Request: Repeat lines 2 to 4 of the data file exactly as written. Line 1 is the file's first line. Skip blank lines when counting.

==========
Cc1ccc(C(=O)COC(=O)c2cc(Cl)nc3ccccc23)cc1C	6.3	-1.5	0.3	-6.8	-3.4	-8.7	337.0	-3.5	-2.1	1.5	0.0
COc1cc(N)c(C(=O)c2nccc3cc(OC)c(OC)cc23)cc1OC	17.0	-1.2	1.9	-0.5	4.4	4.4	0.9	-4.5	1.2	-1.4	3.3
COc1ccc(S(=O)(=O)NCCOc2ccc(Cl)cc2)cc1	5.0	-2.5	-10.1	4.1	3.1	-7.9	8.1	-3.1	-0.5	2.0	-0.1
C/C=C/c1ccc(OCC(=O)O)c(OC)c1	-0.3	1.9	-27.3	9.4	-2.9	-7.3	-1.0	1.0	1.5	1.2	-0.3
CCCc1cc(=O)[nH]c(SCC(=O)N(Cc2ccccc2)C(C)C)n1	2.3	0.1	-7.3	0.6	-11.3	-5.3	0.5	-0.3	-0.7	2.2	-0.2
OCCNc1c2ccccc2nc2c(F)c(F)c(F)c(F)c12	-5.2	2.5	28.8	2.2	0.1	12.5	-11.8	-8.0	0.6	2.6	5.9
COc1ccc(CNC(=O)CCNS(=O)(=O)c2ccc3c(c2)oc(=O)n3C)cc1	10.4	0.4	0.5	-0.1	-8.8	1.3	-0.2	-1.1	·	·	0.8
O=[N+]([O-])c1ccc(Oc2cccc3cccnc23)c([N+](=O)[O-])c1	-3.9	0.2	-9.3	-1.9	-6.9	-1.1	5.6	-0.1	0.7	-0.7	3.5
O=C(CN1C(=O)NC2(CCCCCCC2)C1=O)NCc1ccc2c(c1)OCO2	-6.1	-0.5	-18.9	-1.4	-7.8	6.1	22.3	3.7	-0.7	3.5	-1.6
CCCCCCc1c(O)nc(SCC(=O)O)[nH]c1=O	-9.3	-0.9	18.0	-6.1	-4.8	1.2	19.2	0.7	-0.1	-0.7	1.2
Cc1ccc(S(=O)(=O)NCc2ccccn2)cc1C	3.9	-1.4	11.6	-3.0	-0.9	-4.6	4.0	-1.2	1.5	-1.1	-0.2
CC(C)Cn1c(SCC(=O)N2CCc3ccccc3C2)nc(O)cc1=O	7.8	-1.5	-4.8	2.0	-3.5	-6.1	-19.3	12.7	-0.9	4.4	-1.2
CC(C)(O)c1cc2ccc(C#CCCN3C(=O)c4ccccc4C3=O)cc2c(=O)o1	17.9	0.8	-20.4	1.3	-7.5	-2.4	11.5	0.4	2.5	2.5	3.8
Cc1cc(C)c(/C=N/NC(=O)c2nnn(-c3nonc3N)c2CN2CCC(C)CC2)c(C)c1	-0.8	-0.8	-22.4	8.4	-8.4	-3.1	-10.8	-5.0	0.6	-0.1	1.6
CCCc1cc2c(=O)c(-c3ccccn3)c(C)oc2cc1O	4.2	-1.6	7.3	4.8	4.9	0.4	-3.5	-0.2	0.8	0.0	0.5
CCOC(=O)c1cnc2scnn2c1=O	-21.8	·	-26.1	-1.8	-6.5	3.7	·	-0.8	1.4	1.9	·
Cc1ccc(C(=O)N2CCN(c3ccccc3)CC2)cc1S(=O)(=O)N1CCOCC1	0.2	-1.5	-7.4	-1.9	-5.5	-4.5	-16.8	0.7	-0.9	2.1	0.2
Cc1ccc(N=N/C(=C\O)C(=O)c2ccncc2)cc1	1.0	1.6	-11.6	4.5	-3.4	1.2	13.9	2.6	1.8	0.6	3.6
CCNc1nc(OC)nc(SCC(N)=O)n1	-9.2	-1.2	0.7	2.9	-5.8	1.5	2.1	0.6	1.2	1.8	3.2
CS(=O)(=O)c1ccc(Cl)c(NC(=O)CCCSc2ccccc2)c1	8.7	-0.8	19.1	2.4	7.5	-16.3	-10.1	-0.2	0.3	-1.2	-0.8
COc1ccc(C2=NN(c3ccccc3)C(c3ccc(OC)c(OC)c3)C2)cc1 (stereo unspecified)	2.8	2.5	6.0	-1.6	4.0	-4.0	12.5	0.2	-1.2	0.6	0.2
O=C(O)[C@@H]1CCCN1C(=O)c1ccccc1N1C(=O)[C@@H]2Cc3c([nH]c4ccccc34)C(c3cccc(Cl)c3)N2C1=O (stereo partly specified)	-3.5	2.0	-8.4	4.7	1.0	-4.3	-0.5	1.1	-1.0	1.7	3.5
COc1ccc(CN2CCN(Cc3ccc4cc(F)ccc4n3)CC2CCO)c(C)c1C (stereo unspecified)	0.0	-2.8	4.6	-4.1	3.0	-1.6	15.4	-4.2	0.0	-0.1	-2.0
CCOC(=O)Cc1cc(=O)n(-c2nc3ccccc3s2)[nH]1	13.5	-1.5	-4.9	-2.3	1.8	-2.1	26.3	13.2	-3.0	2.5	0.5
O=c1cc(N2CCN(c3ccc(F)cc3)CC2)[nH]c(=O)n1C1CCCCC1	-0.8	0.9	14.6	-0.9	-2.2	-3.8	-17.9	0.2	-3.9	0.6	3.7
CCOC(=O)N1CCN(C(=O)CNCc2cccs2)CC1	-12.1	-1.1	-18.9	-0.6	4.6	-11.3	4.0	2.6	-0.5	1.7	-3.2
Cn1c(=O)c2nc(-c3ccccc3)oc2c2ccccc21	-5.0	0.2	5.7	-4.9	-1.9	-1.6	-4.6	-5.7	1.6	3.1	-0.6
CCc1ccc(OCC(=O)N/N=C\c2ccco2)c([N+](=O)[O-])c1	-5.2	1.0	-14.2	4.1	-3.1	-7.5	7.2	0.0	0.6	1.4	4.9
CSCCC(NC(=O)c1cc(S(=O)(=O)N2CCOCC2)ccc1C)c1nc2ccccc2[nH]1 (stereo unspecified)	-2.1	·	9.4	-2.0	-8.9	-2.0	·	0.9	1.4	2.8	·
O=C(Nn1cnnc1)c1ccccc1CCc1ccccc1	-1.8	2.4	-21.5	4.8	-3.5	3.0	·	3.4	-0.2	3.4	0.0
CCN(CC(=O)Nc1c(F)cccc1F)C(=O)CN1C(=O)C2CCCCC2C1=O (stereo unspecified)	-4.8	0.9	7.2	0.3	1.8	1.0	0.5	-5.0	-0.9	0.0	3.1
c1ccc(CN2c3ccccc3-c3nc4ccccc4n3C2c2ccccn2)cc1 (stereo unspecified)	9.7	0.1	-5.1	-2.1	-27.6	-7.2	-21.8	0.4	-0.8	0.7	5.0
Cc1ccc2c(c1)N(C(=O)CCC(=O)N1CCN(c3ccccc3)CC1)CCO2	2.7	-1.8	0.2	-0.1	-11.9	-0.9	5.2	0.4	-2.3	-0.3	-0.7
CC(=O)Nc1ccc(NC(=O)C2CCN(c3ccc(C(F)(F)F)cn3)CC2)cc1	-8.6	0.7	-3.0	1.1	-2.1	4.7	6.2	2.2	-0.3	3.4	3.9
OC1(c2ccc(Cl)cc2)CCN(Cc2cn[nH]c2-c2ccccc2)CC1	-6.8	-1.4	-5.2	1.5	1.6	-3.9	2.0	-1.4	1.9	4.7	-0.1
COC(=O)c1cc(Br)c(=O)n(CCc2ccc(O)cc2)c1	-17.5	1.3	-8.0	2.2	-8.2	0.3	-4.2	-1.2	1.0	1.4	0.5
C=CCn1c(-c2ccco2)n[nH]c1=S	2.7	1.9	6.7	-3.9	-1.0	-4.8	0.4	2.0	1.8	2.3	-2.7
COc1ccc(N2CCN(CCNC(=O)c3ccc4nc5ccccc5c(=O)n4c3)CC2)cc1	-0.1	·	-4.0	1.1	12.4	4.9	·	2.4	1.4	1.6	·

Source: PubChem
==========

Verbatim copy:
COc1cc(N)c(C(=O)c2nccc3cc(OC)c(OC)cc23)cc1OC	17.0	-1.2	1.9	-0.5	4.4	4.4	0.9	-4.5	1.2	-1.4	3.3
COc1ccc(S(=O)(=O)NCCOc2ccc(Cl)cc2)cc1	5.0	-2.5	-10.1	4.1	3.1	-7.9	8.1	-3.1	-0.5	2.0	-0.1
C/C=C/c1ccc(OCC(=O)O)c(OC)c1	-0.3	1.9	-27.3	9.4	-2.9	-7.3	-1.0	1.0	1.5	1.2	-0.3